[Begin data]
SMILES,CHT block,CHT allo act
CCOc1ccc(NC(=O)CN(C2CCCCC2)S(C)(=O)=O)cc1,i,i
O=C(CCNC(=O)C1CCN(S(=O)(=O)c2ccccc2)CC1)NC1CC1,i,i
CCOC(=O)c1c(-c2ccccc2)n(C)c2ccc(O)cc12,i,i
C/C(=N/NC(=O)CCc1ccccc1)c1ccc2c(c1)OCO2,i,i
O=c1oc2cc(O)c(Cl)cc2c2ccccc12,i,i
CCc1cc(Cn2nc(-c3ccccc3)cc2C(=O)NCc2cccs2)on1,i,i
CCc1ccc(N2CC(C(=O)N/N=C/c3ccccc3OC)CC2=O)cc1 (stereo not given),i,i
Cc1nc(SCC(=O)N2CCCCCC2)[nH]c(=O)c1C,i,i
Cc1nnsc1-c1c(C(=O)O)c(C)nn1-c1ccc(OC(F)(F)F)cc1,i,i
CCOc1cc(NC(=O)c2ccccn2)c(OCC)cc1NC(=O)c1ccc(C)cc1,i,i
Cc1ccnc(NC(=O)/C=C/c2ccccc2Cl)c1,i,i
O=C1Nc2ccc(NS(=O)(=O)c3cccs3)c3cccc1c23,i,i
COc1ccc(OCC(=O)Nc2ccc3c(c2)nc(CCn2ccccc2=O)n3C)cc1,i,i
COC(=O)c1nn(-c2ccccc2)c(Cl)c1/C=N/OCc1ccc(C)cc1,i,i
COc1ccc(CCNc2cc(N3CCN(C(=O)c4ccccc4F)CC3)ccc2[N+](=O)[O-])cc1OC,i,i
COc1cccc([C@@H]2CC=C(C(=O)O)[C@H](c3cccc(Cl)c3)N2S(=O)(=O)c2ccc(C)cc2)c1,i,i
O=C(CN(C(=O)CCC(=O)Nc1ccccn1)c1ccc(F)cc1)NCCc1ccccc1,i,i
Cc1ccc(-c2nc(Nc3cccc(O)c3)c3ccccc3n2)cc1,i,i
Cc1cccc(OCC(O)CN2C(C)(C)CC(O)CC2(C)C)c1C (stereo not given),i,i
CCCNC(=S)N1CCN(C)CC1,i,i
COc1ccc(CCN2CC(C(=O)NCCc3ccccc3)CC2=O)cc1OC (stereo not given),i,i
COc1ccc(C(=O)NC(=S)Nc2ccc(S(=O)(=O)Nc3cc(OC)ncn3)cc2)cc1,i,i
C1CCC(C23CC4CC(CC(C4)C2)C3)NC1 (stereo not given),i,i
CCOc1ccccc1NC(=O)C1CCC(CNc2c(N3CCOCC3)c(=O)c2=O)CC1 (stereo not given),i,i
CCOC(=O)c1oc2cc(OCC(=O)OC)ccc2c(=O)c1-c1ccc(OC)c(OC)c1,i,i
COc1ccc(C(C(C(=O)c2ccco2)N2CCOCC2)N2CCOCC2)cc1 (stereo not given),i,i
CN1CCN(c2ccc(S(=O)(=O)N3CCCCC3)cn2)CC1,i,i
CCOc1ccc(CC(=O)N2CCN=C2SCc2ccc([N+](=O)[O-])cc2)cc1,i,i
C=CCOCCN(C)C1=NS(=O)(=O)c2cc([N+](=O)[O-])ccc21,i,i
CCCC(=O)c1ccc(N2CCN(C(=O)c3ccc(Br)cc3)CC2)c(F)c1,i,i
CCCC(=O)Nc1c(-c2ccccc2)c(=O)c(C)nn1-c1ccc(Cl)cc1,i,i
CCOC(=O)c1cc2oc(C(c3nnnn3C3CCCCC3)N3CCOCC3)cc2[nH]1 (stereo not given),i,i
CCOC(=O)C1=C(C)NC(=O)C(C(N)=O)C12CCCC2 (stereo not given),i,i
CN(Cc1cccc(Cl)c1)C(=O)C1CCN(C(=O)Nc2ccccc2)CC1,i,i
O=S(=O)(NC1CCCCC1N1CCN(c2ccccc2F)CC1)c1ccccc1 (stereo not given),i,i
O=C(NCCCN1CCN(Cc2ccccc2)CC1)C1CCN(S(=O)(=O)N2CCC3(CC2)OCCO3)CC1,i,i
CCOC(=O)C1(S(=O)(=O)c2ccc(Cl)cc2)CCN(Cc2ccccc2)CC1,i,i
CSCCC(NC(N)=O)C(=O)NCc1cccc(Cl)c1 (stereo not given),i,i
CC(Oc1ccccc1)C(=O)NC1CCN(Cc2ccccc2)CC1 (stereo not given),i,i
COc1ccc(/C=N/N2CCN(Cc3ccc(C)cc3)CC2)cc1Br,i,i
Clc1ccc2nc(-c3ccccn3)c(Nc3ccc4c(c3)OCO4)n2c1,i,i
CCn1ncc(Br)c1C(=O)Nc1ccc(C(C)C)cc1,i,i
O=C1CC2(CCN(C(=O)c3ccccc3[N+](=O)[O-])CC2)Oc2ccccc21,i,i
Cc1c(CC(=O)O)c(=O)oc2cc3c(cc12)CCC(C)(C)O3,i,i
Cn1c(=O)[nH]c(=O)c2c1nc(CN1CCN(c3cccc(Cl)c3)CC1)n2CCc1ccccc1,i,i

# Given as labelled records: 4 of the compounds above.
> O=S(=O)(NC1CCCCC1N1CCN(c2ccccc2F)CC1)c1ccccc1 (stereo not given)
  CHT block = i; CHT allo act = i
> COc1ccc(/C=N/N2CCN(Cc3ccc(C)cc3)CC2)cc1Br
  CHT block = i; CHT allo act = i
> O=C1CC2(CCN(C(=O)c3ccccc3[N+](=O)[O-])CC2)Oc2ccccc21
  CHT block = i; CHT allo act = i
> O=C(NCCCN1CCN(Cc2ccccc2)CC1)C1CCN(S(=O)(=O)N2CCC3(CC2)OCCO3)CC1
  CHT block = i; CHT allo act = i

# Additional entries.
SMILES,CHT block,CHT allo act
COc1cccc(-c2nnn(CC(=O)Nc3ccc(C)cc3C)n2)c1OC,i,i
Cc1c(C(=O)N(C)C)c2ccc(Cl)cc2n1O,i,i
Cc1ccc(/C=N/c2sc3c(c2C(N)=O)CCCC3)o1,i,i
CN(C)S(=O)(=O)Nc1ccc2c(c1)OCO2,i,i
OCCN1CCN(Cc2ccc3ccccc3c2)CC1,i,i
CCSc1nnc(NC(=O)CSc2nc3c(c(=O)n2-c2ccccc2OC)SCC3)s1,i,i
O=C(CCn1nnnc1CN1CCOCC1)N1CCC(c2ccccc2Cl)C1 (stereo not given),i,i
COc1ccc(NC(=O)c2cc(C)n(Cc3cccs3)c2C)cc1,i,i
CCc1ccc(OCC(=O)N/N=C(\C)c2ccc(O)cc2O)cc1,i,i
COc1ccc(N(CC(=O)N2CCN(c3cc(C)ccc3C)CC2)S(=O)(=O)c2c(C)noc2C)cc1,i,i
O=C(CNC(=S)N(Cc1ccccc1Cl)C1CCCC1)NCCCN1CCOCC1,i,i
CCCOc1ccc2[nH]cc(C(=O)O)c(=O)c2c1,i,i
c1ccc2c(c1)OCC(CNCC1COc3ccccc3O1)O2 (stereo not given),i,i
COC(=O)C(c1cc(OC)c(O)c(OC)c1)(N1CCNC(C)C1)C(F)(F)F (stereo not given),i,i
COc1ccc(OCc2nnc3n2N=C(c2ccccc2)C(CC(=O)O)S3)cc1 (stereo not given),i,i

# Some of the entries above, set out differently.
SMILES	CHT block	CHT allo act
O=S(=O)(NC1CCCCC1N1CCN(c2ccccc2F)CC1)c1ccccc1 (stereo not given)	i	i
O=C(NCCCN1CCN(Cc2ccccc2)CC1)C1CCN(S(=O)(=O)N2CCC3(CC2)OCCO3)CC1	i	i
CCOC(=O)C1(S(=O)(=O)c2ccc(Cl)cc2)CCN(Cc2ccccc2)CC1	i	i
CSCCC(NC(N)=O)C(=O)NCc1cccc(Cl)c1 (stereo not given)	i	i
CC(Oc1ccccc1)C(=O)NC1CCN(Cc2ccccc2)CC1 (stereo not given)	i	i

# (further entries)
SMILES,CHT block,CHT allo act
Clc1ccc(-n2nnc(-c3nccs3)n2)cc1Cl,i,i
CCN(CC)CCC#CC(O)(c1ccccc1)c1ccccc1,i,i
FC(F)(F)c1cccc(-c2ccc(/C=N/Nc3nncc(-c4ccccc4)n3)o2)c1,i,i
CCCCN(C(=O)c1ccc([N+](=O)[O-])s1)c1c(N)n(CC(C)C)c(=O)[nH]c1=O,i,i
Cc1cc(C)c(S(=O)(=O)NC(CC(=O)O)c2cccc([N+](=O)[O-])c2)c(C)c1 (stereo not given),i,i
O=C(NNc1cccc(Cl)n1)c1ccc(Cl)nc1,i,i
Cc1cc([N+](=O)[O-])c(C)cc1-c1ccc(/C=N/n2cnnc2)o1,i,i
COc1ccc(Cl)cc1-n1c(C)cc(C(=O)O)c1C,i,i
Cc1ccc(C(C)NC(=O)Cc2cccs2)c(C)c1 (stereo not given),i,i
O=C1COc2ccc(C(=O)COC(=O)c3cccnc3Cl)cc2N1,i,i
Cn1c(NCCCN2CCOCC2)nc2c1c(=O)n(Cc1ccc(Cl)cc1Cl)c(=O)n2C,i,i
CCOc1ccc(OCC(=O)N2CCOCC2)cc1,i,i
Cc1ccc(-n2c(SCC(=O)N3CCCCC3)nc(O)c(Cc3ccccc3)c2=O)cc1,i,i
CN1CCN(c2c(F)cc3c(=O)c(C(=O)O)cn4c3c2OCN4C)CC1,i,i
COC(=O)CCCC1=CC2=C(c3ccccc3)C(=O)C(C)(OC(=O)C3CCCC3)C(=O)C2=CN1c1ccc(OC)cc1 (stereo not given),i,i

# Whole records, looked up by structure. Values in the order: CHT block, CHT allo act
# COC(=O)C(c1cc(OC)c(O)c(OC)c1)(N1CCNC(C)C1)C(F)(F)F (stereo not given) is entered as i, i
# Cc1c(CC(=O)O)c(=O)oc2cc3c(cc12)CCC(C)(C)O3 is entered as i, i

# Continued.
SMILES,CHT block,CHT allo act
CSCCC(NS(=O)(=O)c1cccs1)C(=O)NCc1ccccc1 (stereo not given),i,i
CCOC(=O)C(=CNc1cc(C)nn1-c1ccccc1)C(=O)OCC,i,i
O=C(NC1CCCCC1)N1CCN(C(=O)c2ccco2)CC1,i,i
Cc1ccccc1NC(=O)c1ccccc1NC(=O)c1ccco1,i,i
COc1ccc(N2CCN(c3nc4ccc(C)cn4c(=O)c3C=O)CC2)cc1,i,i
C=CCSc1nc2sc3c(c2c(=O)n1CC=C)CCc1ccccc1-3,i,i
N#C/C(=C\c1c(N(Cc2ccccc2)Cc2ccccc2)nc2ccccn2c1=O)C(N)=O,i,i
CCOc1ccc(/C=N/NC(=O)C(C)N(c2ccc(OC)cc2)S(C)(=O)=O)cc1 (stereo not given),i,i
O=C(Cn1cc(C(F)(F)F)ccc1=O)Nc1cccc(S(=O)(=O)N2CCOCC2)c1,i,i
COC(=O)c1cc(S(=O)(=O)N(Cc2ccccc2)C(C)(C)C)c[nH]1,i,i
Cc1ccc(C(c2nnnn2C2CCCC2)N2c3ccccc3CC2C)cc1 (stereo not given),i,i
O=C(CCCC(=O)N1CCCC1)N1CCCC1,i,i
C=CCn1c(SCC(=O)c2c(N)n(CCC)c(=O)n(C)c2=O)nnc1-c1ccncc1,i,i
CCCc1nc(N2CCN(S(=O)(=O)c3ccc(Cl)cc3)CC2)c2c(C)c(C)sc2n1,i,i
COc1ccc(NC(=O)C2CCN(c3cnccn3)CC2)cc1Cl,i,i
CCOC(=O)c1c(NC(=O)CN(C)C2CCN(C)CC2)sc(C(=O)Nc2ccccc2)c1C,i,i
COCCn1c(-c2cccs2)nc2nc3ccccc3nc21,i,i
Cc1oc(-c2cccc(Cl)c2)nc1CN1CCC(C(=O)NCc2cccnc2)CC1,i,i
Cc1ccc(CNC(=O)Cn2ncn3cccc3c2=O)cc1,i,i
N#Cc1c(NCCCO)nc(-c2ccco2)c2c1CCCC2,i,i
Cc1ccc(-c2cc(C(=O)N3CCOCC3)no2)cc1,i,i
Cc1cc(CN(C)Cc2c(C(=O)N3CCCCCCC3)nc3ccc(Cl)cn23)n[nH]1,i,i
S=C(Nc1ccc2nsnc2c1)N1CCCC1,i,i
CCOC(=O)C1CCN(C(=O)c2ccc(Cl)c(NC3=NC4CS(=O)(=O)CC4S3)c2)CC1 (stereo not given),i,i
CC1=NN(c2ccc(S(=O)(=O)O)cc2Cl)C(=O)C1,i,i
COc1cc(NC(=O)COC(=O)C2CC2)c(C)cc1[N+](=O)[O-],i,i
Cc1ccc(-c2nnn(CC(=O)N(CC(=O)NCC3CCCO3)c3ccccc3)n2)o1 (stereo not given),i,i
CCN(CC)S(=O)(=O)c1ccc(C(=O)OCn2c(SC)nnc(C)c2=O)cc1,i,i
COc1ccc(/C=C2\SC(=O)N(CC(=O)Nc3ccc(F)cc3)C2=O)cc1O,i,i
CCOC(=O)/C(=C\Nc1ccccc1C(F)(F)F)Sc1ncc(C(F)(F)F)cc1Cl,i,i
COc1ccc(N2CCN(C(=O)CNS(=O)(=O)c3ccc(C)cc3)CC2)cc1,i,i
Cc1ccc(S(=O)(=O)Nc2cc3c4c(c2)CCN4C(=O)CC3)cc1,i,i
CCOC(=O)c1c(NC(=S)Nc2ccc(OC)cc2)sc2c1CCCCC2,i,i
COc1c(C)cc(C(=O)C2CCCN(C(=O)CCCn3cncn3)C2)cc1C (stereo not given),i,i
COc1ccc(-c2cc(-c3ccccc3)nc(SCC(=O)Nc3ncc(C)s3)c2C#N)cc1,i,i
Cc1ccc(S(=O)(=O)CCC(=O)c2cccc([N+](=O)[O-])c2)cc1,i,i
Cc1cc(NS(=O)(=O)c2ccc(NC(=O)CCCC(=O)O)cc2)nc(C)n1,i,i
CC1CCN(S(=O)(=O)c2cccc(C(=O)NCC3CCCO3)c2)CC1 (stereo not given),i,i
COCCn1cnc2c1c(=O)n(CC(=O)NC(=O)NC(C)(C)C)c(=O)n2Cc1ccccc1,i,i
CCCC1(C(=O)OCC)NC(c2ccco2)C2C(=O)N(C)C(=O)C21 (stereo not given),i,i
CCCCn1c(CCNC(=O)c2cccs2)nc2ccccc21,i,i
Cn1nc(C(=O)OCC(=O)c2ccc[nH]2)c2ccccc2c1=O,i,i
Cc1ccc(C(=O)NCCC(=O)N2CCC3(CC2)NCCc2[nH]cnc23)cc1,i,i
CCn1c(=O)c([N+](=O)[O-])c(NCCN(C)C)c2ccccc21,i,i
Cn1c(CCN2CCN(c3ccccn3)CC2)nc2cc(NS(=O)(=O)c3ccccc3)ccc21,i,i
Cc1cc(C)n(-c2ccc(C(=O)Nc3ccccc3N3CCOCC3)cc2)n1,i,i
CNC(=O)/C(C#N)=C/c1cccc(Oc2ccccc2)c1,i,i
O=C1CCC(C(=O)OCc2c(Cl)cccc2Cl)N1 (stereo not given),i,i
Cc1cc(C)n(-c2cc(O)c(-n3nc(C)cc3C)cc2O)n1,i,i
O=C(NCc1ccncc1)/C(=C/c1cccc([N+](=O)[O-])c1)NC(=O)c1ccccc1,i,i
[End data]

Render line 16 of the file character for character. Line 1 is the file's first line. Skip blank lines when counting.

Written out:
COc1ccc(CCNc2cc(N3CCN(C(=O)c4ccccc4F)CC3)ccc2[N+](=O)[O-])cc1OC,i,i